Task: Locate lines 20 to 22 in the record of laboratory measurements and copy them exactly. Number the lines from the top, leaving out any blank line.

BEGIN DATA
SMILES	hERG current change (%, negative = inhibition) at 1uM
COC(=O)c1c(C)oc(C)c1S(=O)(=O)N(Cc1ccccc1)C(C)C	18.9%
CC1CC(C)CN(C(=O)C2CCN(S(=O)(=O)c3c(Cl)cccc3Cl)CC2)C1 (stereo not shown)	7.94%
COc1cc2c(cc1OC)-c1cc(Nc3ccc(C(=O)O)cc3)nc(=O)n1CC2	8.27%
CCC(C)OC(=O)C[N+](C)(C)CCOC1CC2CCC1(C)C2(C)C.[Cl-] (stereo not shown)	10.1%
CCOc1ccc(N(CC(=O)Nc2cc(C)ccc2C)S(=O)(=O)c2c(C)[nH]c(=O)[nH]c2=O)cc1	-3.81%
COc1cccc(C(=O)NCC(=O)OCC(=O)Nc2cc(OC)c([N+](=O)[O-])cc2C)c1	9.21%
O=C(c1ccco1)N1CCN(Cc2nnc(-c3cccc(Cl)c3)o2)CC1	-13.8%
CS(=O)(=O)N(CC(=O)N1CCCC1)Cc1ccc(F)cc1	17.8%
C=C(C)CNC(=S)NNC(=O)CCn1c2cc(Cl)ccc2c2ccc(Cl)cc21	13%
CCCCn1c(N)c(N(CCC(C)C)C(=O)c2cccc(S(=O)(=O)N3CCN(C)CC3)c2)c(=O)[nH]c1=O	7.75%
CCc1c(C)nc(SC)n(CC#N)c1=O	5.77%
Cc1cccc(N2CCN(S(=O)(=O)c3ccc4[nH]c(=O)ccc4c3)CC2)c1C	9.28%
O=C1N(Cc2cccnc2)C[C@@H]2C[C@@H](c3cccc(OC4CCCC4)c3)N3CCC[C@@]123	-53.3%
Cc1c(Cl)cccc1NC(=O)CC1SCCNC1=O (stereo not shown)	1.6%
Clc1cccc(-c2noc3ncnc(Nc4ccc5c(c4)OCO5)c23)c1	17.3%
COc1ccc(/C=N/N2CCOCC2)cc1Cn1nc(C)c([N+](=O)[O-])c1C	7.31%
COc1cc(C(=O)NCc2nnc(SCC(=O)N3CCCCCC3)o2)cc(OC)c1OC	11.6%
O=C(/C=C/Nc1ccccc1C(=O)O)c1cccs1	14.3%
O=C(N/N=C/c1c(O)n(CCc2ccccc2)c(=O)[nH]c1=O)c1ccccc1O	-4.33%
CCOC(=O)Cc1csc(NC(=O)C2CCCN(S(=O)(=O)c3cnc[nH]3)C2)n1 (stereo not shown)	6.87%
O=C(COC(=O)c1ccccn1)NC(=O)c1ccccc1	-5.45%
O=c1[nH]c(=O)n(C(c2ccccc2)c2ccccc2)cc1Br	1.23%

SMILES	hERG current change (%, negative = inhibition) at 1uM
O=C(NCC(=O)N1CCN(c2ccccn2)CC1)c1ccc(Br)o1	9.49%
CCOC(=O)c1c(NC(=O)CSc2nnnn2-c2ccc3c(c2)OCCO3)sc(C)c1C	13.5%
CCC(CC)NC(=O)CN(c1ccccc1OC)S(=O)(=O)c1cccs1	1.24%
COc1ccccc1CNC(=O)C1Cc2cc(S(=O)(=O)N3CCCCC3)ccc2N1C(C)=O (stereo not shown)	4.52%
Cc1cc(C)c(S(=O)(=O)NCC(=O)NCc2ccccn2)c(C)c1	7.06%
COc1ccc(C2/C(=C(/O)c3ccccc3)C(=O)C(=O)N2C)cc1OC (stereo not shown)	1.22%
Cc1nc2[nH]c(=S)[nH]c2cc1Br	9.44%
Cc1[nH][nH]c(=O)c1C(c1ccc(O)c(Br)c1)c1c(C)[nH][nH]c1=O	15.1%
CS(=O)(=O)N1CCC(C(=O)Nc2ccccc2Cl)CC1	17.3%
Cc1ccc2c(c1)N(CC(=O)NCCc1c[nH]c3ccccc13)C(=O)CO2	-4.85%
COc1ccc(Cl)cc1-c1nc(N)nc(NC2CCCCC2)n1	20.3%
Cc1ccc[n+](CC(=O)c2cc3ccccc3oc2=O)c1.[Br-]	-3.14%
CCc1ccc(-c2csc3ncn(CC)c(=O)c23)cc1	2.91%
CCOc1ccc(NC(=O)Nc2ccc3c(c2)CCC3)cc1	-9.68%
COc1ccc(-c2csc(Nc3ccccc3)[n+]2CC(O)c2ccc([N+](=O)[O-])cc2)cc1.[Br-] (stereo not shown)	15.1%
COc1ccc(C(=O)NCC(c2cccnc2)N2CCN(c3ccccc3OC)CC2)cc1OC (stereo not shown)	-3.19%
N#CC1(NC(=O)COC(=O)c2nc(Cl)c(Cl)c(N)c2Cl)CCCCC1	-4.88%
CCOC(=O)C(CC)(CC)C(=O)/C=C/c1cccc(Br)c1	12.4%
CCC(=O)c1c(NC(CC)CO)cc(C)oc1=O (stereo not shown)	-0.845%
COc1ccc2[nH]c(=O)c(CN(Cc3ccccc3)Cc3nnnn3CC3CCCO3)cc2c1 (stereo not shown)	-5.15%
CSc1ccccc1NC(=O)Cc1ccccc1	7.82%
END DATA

O=C(N/N=C/c1c(O)n(CCc2ccccc2)c(=O)[nH]c1=O)c1ccccc1O	-4.33%
CCOC(=O)Cc1csc(NC(=O)C2CCCN(S(=O)(=O)c3cnc[nH]3)C2)n1 (stereo not shown)	6.87%
O=C(COC(=O)c1ccccn1)NC(=O)c1ccccc1	-5.45%